When you buy an item of clothing from a store, you assume that the company that manufactured it has a warehouse in your local area that stores its products and supplies the local textile industry. In reality, you have very little idea how or where a garment was made—and it might not even have actually existed.
A report by Dinever about the “Impossible Jeans” trade shows that it’s not just the garment industry you have to look out for when you’re buying your clothes. When a certain garment is bought, it can quickly be shipped to a warehouse in another country—and the man who makes your jeans might be unaware that the garment you bought is not his.
Dinever’s report says that A.L.I.S., one of the companies that sells jeans manufactured in places like Bangladesh, Bangladesh, Sri Lanka, and Bangladesh, is shipping jeans to New York from an Arizona warehouse. The people who design and make A.L.I.S.’s jeans could only confirm that they never met the Arizona company in person. That would make them unaware that the clothes they make aren’t really from a single factory in Bangladesh.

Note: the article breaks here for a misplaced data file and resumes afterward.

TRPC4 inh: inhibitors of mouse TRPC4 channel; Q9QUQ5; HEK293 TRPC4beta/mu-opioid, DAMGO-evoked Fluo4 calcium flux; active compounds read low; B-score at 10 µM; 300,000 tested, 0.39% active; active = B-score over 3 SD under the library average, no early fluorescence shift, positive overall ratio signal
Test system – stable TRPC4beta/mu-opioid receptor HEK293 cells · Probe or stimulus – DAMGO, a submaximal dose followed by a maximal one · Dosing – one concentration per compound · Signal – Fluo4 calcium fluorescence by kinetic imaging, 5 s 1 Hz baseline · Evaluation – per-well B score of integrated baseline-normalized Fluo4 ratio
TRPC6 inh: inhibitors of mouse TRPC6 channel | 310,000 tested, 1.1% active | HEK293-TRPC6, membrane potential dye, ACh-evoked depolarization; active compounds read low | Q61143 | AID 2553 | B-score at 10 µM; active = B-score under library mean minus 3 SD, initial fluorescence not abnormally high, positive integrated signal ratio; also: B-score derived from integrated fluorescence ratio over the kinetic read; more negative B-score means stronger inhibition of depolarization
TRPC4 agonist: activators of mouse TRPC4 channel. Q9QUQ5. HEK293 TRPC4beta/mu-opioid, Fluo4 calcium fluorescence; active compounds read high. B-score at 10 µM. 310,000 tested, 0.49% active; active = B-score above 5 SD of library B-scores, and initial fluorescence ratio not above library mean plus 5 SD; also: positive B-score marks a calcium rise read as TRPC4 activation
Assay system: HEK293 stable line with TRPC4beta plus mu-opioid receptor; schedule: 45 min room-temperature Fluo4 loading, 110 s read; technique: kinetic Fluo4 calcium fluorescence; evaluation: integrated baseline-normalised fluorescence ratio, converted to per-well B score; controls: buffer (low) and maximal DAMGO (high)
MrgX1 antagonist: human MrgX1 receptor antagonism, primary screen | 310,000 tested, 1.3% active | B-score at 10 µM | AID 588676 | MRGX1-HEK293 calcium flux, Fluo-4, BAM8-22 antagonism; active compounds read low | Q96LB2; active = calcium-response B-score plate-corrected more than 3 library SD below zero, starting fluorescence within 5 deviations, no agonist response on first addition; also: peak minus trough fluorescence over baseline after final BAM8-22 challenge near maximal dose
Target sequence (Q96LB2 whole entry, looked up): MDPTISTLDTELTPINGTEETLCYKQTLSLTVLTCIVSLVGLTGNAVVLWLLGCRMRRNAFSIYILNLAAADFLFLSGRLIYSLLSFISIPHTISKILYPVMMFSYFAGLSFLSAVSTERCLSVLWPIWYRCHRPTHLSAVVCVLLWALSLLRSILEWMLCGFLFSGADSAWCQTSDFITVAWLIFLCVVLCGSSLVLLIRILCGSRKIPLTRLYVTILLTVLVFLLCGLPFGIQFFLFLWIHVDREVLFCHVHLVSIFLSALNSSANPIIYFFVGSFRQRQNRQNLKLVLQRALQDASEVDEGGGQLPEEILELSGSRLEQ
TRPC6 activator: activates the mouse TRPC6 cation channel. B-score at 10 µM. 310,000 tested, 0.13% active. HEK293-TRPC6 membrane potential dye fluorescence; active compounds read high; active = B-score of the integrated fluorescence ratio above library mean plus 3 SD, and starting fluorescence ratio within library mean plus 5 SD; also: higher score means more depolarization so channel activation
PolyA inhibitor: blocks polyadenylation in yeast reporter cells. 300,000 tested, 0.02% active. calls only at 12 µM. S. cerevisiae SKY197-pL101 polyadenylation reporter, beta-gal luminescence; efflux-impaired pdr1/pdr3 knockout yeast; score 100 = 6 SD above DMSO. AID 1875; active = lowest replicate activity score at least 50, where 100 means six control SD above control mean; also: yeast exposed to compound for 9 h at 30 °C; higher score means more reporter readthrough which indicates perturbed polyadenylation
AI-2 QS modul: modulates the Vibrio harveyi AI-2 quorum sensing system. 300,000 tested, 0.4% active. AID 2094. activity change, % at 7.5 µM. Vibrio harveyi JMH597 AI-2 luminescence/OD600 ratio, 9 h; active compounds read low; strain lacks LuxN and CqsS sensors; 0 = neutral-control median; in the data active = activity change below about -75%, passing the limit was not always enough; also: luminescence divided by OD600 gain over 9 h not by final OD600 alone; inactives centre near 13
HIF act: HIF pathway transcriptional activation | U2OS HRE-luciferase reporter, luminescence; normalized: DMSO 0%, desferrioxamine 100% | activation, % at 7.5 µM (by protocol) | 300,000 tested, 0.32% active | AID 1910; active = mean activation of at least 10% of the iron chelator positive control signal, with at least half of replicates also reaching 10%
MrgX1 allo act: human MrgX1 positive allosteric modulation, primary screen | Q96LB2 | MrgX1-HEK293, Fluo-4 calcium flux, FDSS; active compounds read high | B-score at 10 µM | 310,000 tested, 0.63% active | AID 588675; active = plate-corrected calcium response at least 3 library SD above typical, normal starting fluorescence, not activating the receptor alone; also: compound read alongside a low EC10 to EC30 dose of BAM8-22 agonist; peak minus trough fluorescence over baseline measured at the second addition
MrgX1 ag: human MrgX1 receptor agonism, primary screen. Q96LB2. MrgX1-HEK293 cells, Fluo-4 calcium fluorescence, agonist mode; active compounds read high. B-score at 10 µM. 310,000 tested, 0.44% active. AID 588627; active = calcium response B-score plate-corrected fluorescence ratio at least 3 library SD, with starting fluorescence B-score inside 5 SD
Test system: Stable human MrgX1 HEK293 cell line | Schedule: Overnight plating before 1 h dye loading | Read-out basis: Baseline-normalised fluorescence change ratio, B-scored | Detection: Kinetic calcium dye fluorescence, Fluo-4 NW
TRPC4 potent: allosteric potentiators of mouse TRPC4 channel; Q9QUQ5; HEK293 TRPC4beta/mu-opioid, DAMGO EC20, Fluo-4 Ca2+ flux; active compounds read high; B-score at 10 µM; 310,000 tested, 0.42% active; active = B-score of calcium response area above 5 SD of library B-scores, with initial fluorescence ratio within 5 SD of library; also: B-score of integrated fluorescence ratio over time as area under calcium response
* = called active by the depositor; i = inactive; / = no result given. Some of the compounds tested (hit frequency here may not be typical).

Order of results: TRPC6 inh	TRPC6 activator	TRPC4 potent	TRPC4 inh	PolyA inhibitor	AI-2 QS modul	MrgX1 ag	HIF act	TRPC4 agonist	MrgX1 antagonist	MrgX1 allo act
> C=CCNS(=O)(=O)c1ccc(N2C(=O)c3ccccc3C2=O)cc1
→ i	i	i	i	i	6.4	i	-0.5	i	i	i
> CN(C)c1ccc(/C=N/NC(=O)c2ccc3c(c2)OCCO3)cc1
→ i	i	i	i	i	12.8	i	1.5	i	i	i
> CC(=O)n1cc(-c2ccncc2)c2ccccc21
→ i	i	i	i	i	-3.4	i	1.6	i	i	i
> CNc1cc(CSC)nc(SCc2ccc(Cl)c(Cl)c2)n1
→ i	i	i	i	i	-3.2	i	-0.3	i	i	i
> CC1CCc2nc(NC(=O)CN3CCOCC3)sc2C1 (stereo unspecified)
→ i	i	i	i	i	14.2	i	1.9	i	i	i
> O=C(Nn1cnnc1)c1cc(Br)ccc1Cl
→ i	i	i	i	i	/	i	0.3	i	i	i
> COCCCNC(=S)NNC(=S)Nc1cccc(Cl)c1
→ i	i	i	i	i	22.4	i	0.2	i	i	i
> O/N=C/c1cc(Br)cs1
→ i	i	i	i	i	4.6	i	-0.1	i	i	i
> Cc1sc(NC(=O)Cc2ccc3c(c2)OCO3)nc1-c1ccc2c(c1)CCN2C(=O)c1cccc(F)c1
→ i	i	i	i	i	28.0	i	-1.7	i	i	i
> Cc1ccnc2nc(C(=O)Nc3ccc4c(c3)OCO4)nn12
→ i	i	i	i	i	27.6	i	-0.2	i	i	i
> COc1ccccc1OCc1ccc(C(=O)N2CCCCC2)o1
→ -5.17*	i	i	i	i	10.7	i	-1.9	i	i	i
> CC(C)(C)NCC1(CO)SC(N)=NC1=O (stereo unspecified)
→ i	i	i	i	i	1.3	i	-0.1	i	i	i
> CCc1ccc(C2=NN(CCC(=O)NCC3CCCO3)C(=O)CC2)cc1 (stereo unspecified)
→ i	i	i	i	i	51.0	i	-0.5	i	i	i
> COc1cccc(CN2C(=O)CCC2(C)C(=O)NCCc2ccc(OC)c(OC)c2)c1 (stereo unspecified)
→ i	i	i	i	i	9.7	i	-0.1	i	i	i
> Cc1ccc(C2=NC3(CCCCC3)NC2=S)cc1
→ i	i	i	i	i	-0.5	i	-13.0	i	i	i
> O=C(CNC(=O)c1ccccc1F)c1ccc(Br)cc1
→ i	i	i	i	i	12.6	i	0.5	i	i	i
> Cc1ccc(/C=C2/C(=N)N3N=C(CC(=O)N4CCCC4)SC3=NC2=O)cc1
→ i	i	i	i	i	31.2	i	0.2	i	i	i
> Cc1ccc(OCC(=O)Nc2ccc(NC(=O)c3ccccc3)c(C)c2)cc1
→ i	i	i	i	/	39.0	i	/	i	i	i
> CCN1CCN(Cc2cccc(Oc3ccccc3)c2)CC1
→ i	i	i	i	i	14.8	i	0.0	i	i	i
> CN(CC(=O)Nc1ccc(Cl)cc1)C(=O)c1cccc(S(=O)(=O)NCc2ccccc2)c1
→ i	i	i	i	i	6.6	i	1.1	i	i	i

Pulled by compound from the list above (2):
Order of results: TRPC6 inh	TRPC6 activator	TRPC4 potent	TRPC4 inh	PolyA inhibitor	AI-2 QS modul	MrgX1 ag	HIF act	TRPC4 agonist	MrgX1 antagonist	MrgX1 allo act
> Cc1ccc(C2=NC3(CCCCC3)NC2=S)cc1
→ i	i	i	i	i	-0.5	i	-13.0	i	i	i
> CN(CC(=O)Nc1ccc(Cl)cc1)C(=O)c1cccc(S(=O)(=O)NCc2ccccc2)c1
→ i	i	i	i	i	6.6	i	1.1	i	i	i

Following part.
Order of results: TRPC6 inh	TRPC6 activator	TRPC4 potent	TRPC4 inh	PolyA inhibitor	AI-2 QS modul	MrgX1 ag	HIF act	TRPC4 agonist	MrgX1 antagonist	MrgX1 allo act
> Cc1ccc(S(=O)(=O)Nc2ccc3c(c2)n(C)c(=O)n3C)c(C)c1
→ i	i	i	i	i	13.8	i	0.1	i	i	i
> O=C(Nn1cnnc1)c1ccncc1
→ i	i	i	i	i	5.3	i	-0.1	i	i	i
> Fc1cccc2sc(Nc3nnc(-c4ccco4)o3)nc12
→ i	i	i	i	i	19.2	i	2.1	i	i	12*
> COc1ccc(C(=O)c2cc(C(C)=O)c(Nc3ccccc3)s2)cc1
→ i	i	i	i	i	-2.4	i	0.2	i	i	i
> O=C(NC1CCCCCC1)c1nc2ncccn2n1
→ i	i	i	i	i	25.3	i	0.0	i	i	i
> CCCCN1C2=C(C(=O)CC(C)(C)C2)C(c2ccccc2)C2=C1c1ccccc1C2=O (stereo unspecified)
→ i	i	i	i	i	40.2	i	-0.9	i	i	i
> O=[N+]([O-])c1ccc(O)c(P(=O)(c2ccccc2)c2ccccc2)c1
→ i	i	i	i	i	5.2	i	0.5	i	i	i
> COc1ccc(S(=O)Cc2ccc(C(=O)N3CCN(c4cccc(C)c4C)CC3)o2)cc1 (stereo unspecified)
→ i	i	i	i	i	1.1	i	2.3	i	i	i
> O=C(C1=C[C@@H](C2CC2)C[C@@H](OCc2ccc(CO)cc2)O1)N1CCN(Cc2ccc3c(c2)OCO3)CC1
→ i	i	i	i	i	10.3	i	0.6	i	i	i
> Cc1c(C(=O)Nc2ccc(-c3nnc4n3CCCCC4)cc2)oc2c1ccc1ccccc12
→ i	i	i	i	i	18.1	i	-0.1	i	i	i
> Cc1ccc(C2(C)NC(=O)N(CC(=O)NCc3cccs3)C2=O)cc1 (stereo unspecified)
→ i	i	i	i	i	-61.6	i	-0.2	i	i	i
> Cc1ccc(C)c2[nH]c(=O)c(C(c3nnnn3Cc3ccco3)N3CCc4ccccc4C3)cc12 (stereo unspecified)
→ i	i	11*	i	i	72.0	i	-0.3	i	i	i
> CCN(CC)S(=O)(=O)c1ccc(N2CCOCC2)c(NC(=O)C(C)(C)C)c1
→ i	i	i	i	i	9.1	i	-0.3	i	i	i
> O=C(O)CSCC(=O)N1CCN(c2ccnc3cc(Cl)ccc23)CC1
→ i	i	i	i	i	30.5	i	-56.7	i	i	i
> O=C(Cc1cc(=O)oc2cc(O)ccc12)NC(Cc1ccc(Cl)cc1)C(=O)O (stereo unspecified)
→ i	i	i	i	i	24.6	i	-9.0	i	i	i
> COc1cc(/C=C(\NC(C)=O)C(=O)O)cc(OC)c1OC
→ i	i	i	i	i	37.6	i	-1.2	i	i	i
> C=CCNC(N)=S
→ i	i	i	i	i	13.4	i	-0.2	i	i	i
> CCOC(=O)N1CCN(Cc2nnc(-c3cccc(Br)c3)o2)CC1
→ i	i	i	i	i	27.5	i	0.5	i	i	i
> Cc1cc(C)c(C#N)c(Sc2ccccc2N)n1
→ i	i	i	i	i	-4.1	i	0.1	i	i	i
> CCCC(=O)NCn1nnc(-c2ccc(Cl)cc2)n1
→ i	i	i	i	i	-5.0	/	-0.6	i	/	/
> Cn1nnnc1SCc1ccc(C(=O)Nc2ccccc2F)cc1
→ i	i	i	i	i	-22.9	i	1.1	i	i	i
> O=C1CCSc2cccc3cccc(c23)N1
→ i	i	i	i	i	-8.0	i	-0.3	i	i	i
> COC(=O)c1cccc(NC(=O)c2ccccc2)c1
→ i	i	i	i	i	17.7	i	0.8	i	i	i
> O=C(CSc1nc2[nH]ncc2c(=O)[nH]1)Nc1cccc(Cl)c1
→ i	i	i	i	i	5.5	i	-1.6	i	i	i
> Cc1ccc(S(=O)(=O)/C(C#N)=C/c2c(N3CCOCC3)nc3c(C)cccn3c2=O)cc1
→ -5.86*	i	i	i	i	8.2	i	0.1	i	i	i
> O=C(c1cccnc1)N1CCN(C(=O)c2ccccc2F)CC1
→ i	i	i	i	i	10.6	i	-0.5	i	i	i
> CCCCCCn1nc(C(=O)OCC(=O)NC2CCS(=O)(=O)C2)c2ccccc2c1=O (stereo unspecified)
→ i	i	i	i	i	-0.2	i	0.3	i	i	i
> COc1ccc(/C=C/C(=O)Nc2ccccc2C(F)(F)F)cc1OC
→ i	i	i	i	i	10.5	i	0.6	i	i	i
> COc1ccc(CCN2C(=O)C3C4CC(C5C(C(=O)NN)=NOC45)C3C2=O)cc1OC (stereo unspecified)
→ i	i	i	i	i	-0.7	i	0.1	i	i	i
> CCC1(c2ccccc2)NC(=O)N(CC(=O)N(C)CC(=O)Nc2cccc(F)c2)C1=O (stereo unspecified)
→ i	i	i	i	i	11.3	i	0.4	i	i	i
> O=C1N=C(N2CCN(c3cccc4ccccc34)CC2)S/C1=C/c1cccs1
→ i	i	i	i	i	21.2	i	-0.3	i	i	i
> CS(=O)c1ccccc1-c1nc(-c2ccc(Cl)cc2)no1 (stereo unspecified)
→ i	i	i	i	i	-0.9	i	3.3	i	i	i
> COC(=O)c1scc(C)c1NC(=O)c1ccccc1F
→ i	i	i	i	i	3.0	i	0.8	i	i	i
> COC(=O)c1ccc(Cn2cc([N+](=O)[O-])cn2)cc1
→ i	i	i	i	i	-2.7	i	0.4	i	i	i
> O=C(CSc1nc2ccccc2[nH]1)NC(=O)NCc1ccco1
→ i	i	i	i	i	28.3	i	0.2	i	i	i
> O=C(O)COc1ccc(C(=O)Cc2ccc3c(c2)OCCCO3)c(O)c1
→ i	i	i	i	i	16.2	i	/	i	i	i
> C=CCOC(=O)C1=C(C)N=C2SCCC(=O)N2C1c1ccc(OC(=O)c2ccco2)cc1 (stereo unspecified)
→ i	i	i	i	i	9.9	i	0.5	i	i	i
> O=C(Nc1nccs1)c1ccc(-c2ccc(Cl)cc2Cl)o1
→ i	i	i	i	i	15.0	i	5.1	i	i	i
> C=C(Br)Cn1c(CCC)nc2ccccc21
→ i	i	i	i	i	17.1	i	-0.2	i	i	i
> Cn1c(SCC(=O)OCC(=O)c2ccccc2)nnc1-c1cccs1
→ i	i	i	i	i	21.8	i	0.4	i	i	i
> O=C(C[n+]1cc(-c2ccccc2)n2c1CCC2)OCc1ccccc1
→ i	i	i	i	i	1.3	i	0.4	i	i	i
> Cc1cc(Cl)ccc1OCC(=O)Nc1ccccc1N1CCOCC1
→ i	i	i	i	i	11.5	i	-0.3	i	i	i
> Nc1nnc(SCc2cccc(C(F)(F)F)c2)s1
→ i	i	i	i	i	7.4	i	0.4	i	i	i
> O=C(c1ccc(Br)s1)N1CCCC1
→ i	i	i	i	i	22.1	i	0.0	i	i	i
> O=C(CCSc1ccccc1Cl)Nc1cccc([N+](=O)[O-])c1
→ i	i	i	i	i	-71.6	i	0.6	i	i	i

Dinever also explains that all orders for millions of dollars worth of A.L.I.S. shoes arrive at a warehouse in Hong Kong, which is apparently unaware that what it gets isn’t actually from a factory in Taiwan. “They don’t know where their finished goods are coming from, and there are no manufacturing guidelines,” a Dinever spokesperson told ZDNet.